The Post Online, August 17, 2012
ZESCO’S inefficiency does not merit a hike of its electricity tariffs, says the Consumer Unity Trust International.
And Economics Association of Zambia president Isaac Ngoma says people can accept to pay tariffs reflecting the true cost of electricity production if Zesco enhances its operational efficiency and reduce pilferage.
Commenting on the decision by Zesco to reapply for an upward adjustment of electricity tariffs, CUTS International Zambia chapter chairperson Ambassador Love Mtesa yesterday said the proposed tariff hike was misplaced.
“Consumers have received this message with great pain that Zesco has applied for an increase in tariffs for electricity,” he said in an interview. “In the first place, consumers have been getting a raw deal from Zesco not worth the money they have been paying. We have been facing lots of blackouts and in most cases without warnings. This has result in a number of consumers losing property and equipment.”
Ambassador Mtesa said Zesco had been having excuses of wanting to increase investments year after year but tangible results were not seen.
“The increase in tariffs is uncalled for at this time… We strongly oppose the intention to increase at the moment. It is going to impact adversely not only us… lower consumers but even big consumers in industry and manufacturing,” said Ambassador Mtesa.
And Ngoma said there was need for a complete overhaul of the energy sector.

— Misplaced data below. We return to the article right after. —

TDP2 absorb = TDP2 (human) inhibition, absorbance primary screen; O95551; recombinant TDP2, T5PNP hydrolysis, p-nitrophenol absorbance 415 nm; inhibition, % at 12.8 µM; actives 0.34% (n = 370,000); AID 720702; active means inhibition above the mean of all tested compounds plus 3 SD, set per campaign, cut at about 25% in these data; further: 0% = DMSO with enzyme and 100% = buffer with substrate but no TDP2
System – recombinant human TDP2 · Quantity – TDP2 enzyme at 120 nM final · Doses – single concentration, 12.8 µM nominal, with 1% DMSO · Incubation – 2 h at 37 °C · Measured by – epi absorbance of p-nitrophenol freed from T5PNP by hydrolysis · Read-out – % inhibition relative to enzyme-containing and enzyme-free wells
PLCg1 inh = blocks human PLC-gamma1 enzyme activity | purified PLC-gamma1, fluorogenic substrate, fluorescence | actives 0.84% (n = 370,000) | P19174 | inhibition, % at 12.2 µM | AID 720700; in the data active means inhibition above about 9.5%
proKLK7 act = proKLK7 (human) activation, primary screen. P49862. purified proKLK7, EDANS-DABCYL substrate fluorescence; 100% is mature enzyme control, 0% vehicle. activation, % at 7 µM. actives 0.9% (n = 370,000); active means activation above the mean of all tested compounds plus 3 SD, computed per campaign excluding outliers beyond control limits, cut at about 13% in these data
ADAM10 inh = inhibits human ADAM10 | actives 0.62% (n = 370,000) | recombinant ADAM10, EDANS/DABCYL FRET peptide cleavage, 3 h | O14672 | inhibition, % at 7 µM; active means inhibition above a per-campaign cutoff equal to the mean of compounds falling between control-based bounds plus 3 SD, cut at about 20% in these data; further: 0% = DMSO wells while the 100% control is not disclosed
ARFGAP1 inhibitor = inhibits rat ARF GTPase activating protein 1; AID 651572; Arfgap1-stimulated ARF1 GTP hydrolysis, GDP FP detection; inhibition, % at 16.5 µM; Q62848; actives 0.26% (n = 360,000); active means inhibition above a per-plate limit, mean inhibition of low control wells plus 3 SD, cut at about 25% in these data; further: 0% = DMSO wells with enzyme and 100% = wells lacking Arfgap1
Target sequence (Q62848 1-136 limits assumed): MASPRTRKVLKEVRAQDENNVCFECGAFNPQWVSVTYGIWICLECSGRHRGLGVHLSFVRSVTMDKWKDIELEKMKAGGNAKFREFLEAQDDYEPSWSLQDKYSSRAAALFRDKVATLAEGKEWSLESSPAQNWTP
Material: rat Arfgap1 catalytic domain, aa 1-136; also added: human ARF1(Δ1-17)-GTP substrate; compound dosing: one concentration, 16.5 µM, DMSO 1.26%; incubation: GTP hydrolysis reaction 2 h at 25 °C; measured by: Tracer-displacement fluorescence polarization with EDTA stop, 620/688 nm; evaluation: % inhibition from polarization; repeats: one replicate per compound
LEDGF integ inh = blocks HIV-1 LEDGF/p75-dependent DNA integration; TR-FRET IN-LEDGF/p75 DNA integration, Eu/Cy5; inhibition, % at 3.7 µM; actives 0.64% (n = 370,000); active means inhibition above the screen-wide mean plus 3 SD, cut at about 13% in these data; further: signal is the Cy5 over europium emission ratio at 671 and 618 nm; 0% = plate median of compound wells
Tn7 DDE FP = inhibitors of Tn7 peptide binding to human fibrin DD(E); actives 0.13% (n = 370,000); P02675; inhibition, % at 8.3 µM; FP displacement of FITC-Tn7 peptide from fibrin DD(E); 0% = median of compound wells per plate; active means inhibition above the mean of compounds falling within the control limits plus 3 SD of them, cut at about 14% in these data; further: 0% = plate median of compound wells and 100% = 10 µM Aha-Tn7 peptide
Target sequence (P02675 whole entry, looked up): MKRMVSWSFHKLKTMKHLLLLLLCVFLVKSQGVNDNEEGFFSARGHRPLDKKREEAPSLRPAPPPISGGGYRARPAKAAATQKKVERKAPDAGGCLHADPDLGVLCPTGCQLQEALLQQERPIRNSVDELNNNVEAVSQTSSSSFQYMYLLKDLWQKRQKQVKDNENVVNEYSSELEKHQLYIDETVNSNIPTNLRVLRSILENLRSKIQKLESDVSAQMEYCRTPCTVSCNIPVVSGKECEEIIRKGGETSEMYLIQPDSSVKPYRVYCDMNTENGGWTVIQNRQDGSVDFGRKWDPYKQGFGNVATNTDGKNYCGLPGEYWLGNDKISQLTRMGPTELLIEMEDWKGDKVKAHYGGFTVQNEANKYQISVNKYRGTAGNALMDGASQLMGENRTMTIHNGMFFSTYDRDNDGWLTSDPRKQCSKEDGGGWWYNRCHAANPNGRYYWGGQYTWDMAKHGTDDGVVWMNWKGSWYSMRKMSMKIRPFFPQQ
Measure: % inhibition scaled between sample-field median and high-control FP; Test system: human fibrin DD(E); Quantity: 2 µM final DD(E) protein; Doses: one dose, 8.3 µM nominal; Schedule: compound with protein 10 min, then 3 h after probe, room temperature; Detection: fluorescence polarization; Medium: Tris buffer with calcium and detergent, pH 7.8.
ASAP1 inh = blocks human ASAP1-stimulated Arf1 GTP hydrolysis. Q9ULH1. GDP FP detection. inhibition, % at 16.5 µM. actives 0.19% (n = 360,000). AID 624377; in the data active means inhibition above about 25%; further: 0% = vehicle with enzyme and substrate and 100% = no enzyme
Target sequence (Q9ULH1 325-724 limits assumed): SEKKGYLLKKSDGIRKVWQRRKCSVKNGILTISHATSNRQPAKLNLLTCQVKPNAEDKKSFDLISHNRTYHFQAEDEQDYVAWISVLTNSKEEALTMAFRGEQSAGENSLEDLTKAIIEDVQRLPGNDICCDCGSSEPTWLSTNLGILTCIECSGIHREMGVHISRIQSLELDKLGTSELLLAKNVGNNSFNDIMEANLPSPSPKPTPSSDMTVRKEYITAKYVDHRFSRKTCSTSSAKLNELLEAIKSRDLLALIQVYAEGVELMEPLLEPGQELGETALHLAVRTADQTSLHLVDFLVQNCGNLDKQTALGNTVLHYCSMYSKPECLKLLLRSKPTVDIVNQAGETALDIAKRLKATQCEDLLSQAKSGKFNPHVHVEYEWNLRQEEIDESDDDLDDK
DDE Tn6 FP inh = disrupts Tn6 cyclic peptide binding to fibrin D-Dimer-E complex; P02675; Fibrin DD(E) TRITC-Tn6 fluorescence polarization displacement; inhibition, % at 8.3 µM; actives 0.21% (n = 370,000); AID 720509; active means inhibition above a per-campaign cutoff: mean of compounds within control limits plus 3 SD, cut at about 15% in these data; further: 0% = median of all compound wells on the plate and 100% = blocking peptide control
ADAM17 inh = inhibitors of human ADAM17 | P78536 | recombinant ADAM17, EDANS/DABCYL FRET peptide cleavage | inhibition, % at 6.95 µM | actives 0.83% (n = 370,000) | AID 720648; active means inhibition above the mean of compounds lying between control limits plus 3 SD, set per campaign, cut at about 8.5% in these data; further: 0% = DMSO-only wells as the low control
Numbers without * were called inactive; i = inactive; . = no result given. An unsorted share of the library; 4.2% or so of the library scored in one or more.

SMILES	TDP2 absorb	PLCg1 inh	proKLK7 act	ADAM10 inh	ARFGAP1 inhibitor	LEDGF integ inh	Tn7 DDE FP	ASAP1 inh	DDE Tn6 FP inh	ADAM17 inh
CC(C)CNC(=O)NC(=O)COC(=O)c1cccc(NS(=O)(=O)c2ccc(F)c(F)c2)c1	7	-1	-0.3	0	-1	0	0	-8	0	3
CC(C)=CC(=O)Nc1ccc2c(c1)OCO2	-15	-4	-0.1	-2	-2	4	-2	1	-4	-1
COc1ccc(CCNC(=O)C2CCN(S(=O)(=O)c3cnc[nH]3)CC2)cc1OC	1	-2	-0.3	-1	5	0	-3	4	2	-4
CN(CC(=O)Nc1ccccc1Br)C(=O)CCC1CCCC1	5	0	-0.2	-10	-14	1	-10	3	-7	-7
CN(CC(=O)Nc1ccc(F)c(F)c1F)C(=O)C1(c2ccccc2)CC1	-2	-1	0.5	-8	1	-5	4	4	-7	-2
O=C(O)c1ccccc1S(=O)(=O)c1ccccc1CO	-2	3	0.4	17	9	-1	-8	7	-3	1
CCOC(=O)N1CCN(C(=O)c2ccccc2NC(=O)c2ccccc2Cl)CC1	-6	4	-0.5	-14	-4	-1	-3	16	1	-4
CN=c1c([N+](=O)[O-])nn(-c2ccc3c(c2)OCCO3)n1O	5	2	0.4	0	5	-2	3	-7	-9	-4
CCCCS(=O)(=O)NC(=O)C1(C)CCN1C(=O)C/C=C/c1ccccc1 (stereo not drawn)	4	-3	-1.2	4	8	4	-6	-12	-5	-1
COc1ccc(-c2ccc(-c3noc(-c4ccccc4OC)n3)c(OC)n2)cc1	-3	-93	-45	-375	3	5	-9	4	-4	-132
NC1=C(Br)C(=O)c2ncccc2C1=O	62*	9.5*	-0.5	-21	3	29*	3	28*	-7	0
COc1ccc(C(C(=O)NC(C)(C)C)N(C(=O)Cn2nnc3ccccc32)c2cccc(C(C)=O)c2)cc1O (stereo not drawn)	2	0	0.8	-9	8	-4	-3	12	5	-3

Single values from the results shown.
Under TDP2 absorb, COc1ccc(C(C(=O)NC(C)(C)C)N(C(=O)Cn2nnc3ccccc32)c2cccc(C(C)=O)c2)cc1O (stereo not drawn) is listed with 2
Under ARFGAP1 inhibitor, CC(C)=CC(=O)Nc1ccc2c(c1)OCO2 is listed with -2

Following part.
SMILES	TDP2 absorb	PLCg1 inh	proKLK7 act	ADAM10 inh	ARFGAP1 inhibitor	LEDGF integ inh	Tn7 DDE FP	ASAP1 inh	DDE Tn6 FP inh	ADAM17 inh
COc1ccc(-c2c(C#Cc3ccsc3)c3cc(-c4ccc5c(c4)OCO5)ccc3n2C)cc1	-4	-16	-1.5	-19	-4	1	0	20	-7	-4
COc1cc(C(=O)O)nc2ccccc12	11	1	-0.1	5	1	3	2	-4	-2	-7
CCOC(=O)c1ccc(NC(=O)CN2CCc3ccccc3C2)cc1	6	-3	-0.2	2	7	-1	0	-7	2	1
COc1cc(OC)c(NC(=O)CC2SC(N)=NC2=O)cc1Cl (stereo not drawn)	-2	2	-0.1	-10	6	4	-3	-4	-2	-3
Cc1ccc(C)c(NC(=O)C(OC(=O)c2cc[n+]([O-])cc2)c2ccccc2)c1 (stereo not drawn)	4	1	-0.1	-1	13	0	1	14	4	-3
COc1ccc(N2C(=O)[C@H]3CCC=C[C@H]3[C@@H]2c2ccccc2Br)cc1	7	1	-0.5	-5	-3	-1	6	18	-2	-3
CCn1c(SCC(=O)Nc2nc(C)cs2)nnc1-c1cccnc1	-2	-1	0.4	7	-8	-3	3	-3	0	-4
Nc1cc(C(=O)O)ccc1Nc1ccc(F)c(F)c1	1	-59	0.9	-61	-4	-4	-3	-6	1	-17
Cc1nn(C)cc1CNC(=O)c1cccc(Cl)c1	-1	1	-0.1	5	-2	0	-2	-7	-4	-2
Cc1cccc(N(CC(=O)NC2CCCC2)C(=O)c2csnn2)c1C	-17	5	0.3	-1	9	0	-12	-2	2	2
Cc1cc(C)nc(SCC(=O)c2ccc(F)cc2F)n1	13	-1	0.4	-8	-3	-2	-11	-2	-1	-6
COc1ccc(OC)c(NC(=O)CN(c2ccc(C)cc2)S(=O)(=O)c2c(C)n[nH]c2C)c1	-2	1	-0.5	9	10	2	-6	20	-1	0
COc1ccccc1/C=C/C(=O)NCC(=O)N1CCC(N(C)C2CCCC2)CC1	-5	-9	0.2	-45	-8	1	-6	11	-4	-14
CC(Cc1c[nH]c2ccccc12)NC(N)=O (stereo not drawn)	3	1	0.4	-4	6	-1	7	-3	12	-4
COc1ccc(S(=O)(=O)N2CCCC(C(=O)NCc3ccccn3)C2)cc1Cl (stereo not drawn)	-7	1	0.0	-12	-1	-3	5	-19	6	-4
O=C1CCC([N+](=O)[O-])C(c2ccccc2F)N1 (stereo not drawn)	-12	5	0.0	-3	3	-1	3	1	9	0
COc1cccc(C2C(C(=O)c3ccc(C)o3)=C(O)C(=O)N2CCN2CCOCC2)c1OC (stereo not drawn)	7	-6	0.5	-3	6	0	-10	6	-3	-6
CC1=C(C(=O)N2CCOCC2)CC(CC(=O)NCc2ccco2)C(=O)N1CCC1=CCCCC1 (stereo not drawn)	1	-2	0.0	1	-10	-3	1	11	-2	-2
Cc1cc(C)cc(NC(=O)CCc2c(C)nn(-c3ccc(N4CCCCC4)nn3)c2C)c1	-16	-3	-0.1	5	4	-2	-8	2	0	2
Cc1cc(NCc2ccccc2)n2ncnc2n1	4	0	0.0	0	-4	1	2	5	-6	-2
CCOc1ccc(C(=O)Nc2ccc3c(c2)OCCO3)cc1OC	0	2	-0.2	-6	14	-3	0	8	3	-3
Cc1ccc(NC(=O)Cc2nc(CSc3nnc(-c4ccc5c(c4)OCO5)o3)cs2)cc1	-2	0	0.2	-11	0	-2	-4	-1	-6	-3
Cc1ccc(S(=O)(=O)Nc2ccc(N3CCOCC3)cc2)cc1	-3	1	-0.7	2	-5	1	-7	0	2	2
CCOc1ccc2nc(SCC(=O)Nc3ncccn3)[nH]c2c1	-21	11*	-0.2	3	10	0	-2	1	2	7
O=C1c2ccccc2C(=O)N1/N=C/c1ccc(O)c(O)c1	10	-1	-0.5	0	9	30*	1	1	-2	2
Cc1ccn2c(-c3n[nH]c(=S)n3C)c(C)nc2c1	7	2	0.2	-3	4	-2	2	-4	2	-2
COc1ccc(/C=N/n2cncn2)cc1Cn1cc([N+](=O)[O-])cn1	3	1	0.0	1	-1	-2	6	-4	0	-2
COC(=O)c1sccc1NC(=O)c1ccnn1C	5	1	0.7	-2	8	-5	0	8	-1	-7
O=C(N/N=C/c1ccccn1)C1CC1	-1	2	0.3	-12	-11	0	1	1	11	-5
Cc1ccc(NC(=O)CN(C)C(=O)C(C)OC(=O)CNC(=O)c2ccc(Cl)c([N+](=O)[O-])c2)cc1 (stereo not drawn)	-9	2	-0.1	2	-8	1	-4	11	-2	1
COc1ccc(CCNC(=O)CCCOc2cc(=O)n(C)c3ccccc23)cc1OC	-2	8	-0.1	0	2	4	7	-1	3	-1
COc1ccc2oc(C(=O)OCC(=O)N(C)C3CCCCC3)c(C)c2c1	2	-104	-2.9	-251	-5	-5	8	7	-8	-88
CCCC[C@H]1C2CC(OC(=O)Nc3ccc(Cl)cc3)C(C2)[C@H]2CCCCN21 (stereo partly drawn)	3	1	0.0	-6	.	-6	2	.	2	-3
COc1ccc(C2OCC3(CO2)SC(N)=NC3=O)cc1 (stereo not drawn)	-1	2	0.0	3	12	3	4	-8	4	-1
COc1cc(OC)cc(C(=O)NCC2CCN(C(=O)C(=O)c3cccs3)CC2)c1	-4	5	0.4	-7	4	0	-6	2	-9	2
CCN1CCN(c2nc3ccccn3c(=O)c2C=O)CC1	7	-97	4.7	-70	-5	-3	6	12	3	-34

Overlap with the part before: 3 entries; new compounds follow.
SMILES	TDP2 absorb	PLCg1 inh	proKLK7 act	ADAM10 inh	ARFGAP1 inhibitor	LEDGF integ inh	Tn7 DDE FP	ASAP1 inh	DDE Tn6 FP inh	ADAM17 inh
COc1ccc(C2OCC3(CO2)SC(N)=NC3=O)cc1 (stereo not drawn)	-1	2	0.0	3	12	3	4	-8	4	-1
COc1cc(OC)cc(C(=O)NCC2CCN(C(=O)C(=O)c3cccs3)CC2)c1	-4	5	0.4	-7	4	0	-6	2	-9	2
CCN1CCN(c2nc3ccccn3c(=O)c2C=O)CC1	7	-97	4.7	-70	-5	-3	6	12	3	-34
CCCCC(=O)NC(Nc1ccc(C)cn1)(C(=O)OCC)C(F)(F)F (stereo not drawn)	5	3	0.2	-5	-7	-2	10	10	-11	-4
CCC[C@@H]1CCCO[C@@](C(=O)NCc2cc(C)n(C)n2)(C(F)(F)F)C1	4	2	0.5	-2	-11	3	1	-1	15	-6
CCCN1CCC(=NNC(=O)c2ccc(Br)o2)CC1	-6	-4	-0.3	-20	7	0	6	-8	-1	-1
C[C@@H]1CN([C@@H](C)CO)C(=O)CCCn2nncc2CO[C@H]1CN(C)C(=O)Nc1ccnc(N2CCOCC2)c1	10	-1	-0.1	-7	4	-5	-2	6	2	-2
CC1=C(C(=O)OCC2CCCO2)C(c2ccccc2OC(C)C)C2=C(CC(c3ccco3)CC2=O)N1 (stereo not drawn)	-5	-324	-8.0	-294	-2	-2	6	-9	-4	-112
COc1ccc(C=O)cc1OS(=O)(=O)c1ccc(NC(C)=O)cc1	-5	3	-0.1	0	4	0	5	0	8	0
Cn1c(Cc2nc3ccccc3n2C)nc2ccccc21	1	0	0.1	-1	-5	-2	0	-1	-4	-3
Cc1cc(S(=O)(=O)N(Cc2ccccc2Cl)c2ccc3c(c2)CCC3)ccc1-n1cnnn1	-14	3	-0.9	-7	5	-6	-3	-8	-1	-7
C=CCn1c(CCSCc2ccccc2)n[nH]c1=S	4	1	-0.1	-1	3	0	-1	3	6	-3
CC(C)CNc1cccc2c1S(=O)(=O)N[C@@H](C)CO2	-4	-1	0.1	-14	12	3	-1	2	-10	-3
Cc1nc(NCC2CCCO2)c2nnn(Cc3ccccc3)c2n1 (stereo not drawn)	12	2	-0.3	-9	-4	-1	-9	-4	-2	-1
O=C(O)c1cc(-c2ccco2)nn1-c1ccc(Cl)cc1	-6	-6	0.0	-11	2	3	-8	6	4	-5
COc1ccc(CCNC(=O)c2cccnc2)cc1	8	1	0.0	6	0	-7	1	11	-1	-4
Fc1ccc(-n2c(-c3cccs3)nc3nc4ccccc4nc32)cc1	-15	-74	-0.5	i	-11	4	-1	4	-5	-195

“Erratic supply of power from Zesco is constraining production thereby affecting economy to operate at optimal levels. This tariff hike will compromise the ability to meet economic targets and erratic supply has brought additional costs to people and the industry through purchase of generators whilst paying for Zesco power,” said Ngoma. “As much as we want to see tariffs reflecting true cost of electricity production, Zesco should enhance its operational efficiency and reduce pilferage which is rampant in the company so that consumers can see the quality of supply and improved service delivery.”
Zesco has proposed that by November, electricity consumers should pay bills based on higher tariffs to enable the company contribute toward the continued development of the country through appropriate pricing of power.
Early this year, Zesco withdrew its application for a 25 per cent tariff hike, a move that company managing director Cyprian Chitundu said was necessitated by the lack of a board at the Energy Regulation Board to approve the proposal.
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